They honed their media skills secretly filming Daish group beheadings in Raqa. Now, these Syrian activists have become impromptu war reporters, covering the US-backed assault on their city from the ground.
“If the crack is sharp and the column of smoke goes straight up, it’s an air strike,” Syrian activist Tim Ramadan tells from Raqa, using a pseudonym and communicating through a Facebook profile that disguises his identity.
Every night, Ramadan discreetly turns on his internet satellite service, uploads his daily records from the battle-torn city to Europe-based colleagues at the “Sound and Picture” collective, then immediately deletes the messages.
Media networks including Sound and Picture are providing a rare window into life in Raqa, ravaged by fighting since the US-backed Syrian Democratic Forces broke into the city on June 6.
They write stories on what it’s like for civilians to scavenge for food and water, publish footage of air strikes, and commemorate civilians killed in fighting.
“This is the only thing I can do right now — keep track of how many air strikes, shells, dead, wounded. Who was killed by a sniper, an air strike, or a mine. How many houses were destroyed,” Ramadan says.
Activists like him once solely focused on documenting the gruesome atrocities of Daish’s three-year-reign over the city.
But the assault on Raqa changed all that.
“We used to be afraid of being arrested (by the Daish) if we went out in the street. Now we’re afraid of going outside in case an artillery shell hits us. And if we don’t go out, we’re scared an air strike could flatten the whole house on top of us,” says Ramadan.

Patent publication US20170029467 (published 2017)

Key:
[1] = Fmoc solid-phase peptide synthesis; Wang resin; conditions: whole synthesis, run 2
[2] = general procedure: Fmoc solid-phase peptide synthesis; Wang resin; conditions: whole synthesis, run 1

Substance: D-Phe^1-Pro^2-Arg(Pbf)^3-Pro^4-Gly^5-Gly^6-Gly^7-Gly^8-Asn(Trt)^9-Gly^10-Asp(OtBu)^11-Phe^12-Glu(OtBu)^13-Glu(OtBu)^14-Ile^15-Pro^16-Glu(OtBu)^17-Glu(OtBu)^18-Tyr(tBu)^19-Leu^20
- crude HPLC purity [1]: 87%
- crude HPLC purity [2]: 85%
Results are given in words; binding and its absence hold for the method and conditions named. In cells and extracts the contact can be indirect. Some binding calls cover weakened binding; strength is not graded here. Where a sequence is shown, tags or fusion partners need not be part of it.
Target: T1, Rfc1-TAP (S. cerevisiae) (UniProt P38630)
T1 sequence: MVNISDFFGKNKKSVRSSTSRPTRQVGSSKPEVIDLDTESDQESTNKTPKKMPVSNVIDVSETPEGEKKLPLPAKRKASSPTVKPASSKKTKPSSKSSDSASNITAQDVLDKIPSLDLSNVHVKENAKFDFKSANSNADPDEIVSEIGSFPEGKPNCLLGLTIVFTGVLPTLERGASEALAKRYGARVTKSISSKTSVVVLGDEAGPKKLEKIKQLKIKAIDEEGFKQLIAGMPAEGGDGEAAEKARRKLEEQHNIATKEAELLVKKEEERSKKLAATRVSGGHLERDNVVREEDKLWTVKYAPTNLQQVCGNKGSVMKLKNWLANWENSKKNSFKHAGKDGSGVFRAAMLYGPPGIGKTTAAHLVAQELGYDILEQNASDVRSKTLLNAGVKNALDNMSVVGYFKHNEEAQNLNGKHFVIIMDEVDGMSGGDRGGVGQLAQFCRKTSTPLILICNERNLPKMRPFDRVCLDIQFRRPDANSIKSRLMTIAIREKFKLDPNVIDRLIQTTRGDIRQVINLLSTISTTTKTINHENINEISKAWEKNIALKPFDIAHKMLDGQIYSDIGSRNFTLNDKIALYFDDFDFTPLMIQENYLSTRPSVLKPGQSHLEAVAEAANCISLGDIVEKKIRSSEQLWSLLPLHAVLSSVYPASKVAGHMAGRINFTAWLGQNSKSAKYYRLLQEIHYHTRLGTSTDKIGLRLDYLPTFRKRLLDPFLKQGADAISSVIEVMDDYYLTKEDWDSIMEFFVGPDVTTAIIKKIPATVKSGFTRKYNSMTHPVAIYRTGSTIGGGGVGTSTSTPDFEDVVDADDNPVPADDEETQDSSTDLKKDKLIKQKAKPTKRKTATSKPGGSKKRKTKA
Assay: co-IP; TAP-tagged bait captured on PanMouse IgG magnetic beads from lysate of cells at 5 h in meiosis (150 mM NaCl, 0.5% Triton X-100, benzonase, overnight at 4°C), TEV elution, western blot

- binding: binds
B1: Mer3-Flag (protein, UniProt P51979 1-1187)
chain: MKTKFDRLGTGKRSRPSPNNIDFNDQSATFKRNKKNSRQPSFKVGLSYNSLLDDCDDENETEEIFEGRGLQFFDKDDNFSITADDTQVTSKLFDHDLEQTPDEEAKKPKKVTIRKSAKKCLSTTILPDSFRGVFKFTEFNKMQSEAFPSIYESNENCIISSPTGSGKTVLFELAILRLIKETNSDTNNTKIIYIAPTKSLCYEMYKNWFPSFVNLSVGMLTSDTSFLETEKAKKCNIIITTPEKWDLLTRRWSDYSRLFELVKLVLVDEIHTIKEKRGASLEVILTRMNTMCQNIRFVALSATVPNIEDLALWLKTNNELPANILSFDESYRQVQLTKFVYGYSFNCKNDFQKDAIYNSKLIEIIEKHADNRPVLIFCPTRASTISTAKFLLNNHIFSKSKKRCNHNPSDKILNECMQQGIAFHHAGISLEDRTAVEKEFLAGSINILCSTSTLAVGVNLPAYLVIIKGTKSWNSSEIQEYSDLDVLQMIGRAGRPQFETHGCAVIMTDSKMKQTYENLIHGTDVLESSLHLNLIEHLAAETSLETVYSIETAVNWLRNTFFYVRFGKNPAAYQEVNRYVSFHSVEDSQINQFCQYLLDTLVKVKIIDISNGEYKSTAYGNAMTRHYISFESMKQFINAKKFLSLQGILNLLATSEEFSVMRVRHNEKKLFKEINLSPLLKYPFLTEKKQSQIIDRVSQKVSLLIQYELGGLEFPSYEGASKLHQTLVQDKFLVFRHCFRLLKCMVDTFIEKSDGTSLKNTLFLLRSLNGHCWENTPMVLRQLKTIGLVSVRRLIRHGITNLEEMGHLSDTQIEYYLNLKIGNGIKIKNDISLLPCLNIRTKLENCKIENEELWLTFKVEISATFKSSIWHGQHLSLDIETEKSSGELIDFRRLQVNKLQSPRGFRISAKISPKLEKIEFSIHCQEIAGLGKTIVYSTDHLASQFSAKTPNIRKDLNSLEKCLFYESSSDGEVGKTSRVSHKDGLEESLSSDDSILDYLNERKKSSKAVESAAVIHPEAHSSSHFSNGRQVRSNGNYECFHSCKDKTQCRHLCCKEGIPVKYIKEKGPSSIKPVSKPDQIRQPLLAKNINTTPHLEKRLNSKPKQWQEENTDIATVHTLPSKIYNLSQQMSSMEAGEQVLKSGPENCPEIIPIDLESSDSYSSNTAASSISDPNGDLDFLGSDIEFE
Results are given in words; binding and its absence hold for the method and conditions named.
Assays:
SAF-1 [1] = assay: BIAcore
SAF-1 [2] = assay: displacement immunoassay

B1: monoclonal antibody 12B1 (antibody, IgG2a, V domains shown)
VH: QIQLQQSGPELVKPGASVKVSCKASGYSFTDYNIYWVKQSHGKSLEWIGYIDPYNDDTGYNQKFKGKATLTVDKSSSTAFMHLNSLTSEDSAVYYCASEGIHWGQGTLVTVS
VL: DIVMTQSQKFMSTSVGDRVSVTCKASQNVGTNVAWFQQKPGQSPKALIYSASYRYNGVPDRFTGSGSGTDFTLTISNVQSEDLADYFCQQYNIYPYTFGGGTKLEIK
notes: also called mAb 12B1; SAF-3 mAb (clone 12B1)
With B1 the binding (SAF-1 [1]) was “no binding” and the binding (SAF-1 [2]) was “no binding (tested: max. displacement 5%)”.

US-led coalition warplanes and SDF shelling have pounded Raqa, where up to 25,000 civilians still live after tens of thousands escaped. The SDF has captured around 65 per cent of Raqa, recently overrunning the strategic Old City.
“When the coalition and the SDF entered the scene, we had to document more. Daish wasn’t the only side killing civilians anymore,” Ramadan says.
Since Syria’s uprising began in 2011, citizen journalists have used cell phones and social media to document protests and violations by armed forces.
They adapted the same tools to document the Daish atrocities after it captured Raqa in 2014, with groups like Raqa is Being Slaughtered Silently publishing footage of beheadings and rebel patrols.
When coalition air strikes on Raqa began in 2014, the city’s activists started to document those too.
But the activists say the real change in their work came when the SDF entered the city, prompting clashes that brought rampant power cuts and made moving around much more difficult.
“The Daish has actually lifted some of its restrictions on people because it’s busy with clashes,” says 21-year-old Mazen Hassoun, who manages news outlet Raqqa Post from Germany.